Saudi Arabia’s sovereign wealth fund takes a hit

Saudi Arabia’s sovereign wealth fund recorded losses of $11B last year, down from the $19B in profit it made the year prior. The kingdom’s $700B fund is aiming to amass $2T in assets before the end of the decade.

Sovereign wealth funds are state-owned funds that invest a country’s surplus cash, often generated through activities like commodity exports. They’re like private funds, but with fewer fleece vests.

And whether they admit it or not, sovereign funds are geopolitical tools:

Intrigue’s take: Who wouldn’t love to have a vast pile of cash, right? These funds can help stabilise an economy, generate income without levying taxes, finance massive national projects, or you can just go full Scrooge McDuck.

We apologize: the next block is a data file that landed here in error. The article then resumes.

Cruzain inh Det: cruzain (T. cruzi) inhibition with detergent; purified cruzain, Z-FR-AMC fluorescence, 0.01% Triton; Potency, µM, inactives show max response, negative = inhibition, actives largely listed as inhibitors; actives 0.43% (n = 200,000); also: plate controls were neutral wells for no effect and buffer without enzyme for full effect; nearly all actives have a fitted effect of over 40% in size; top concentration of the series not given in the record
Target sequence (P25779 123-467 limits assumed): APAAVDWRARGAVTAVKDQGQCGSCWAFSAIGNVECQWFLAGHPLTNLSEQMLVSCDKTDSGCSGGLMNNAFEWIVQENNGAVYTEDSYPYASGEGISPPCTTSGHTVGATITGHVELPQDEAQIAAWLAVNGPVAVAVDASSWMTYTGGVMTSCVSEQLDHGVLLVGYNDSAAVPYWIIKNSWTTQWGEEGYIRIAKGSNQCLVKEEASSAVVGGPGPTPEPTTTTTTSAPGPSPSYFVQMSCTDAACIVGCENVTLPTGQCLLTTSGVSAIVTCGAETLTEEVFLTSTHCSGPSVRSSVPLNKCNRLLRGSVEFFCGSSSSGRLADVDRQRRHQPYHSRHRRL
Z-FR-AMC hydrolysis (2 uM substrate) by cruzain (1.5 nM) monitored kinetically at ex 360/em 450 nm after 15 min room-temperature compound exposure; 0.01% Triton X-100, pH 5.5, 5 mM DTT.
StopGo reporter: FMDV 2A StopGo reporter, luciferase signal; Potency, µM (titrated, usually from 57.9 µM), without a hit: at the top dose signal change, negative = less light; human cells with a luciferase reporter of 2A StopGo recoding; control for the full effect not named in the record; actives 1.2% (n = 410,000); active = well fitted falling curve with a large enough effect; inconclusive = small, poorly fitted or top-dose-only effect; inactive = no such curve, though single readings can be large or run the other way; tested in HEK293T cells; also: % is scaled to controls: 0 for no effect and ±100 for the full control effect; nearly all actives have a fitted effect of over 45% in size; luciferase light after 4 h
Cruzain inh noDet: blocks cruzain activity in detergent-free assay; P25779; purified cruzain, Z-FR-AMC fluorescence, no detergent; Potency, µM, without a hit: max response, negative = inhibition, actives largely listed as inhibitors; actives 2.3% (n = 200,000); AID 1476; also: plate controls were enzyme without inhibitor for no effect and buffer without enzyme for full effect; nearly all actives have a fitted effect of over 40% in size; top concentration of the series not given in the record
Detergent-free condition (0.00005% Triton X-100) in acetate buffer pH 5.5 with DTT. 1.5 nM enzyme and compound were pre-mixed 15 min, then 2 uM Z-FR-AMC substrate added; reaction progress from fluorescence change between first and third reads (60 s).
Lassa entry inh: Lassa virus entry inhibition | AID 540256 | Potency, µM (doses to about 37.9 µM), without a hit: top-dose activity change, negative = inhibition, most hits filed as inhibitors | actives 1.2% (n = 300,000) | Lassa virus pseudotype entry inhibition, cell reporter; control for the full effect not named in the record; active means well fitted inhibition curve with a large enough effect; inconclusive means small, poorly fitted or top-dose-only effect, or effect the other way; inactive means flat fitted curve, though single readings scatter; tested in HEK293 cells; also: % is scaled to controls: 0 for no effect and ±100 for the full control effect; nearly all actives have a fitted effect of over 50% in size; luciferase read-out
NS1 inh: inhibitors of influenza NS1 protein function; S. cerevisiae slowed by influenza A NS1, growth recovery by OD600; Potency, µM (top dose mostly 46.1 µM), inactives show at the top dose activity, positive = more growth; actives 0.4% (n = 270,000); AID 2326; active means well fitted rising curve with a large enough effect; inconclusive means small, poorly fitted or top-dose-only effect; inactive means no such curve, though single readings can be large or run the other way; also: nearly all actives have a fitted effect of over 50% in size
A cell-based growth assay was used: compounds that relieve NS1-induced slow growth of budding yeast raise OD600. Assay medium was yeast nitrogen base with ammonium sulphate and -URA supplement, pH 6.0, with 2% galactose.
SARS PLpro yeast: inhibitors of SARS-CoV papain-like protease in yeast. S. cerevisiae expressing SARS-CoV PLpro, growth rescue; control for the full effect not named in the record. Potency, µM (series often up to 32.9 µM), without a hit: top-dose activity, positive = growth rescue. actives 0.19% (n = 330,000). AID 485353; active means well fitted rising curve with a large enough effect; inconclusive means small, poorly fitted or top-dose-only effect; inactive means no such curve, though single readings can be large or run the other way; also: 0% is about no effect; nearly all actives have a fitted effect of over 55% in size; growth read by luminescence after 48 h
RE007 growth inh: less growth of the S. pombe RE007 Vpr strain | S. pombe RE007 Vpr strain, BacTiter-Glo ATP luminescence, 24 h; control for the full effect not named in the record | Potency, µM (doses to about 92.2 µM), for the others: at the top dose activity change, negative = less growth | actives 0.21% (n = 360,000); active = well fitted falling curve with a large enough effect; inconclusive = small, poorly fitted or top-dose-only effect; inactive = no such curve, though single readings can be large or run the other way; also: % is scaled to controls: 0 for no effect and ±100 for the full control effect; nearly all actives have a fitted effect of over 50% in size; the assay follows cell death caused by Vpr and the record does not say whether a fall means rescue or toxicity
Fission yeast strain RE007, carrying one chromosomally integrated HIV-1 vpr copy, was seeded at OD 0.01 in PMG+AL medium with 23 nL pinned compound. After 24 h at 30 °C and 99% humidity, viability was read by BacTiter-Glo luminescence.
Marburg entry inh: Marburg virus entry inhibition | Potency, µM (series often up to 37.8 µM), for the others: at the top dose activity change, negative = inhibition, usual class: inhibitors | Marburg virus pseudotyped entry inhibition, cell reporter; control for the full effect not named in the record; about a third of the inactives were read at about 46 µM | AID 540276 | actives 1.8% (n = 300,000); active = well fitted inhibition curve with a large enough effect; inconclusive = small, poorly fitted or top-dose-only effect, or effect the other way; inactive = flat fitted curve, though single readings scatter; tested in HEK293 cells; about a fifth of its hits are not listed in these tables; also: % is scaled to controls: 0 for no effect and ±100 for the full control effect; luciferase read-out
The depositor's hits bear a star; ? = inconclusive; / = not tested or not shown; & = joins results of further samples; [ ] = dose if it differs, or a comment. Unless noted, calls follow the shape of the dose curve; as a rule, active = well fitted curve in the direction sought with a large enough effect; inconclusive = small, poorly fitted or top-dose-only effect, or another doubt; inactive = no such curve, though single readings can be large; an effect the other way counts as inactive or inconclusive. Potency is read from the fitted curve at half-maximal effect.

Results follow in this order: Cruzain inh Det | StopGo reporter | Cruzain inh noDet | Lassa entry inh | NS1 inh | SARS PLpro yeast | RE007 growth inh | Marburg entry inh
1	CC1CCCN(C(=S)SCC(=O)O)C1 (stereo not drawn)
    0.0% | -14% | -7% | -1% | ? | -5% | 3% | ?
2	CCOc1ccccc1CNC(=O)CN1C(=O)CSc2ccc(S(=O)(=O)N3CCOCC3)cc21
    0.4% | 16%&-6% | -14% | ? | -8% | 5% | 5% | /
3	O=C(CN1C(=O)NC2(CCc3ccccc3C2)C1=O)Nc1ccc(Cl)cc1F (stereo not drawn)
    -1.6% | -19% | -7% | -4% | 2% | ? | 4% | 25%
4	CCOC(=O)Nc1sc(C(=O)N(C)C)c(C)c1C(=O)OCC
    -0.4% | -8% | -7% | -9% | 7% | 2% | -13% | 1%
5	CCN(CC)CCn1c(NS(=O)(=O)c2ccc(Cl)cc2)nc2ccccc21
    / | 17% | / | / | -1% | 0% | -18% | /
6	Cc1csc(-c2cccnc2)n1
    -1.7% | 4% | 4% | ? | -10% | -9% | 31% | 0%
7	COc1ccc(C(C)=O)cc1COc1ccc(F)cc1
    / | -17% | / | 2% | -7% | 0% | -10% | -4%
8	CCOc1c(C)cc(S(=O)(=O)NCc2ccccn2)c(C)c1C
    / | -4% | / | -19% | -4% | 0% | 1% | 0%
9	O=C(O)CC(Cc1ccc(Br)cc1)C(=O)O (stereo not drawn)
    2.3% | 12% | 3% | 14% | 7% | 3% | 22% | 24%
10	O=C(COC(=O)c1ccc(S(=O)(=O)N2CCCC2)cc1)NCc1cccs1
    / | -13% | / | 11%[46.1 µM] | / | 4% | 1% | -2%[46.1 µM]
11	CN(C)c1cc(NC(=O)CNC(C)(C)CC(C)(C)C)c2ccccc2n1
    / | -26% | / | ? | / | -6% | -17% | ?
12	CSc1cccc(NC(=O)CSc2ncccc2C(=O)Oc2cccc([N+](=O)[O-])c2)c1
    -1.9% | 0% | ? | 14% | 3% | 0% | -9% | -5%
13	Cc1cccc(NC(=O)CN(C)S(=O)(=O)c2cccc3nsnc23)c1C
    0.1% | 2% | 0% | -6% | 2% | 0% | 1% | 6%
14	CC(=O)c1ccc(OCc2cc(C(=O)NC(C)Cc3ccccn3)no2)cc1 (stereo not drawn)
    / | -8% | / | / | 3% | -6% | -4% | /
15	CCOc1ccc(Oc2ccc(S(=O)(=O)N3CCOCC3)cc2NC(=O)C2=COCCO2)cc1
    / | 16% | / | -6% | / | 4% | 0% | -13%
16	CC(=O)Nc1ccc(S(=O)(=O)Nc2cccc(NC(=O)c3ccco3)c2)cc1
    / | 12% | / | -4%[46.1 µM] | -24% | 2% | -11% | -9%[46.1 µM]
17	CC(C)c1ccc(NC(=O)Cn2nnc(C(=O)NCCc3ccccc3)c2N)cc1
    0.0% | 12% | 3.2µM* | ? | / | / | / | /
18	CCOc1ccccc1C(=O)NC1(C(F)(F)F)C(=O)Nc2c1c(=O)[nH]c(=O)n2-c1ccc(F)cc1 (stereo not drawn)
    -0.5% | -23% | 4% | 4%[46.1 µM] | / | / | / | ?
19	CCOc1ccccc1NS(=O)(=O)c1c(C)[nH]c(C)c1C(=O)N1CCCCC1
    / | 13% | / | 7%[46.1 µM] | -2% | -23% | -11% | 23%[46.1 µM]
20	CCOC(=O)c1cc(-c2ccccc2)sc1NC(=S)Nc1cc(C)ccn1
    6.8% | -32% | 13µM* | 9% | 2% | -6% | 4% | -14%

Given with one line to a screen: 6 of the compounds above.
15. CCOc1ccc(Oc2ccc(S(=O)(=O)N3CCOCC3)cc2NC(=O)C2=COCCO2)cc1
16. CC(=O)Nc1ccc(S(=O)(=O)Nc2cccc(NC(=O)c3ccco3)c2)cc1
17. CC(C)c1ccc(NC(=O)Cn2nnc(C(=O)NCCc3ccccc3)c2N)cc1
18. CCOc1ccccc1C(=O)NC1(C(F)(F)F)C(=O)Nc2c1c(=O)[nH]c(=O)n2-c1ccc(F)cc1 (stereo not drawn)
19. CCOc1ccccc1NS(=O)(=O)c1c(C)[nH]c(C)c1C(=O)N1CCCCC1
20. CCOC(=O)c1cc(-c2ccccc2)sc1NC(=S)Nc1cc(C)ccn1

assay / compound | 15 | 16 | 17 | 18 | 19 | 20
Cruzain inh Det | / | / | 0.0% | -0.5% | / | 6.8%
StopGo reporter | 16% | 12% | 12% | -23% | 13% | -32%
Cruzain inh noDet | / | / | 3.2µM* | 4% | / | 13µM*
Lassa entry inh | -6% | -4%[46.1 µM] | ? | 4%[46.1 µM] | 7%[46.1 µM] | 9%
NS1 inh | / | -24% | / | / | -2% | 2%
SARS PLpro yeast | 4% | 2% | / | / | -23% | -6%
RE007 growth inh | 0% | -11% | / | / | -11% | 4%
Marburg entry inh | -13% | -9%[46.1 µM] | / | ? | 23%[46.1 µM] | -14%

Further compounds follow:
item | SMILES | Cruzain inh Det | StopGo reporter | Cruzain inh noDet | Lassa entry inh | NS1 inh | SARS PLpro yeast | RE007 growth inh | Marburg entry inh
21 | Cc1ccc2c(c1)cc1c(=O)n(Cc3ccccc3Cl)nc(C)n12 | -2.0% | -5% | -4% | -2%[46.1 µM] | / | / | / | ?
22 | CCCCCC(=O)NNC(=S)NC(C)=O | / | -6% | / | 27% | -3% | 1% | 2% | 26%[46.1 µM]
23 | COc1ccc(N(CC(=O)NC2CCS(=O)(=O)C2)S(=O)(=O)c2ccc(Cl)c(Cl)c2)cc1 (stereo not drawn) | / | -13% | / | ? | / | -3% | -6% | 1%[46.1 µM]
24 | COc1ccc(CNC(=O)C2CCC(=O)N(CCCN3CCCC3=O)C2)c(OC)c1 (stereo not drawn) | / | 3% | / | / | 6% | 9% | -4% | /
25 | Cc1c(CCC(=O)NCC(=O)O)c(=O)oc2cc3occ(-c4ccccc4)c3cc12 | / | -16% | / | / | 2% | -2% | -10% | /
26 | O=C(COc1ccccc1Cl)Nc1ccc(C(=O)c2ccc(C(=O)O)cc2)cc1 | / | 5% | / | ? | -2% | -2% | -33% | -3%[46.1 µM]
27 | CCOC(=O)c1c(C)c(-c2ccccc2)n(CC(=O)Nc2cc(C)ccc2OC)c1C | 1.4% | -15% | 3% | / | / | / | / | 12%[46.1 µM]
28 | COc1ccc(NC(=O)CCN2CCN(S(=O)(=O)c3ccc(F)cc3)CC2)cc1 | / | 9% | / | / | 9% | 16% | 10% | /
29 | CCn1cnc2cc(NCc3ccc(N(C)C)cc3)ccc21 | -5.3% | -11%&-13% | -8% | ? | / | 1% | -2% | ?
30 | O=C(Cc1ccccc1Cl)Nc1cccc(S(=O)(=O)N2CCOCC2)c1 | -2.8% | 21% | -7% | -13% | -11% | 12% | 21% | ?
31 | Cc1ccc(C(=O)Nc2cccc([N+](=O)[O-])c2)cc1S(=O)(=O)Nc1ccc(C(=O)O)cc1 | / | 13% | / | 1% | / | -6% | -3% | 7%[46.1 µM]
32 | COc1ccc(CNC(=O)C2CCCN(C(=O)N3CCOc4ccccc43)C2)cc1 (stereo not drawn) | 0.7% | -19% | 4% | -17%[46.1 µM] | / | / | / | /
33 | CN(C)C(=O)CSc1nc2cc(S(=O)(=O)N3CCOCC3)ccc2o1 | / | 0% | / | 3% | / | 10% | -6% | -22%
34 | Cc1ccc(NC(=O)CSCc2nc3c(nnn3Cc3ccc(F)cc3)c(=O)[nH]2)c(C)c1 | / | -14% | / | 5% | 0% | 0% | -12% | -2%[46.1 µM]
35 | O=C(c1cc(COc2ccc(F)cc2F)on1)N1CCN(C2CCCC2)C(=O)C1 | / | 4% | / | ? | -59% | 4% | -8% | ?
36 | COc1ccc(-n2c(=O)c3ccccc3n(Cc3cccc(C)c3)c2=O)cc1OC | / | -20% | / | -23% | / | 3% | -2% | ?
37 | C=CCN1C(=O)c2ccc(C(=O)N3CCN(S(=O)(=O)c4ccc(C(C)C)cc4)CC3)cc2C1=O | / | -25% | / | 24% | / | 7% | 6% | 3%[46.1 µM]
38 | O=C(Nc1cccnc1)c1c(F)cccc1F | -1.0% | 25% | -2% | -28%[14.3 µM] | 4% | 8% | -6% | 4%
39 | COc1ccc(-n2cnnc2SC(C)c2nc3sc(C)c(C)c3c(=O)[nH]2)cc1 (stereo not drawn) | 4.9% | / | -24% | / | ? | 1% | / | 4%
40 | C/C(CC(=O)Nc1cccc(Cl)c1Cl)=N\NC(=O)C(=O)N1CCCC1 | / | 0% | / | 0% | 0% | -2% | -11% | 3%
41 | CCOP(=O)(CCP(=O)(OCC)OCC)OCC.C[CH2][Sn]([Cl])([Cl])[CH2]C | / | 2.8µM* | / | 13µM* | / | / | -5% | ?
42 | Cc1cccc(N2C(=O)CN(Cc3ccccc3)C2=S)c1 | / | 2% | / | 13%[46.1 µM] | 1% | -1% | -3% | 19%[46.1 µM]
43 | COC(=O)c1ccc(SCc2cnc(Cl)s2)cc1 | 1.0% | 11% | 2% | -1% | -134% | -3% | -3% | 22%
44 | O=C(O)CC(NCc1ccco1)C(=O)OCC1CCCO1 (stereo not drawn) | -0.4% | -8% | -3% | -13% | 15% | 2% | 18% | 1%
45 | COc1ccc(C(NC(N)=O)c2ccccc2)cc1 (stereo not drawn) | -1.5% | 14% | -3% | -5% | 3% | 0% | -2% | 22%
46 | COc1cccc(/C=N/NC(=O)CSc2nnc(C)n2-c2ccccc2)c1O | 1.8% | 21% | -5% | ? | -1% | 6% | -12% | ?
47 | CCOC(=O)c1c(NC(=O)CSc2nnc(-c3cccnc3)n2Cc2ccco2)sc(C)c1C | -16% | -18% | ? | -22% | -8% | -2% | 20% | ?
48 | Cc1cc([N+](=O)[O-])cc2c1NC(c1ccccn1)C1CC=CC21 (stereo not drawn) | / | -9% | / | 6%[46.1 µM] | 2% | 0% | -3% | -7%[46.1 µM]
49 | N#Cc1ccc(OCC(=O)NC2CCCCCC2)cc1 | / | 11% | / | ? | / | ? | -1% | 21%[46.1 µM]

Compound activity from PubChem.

But they come with risks: without transparency or accountability, some funds can quickly burn public money through incompetence and corruption. And even the most ridiculously transparent and accountable country (we’re looking at you, Norway) can suffer brutal years in the market (see below).

Still, we’d rather have a vast pile of cash than… not have a vast pile of cash.

Also worth noting:

  • Norway’s fund reported a record $164B loss last year, citing Russia’s invasion of Ukraine, high inflation, and rising interest rates.
  • Singapore’s fund also just recorded its worst result in years, partly due to its stake in crypto platform FTX (remember them?).
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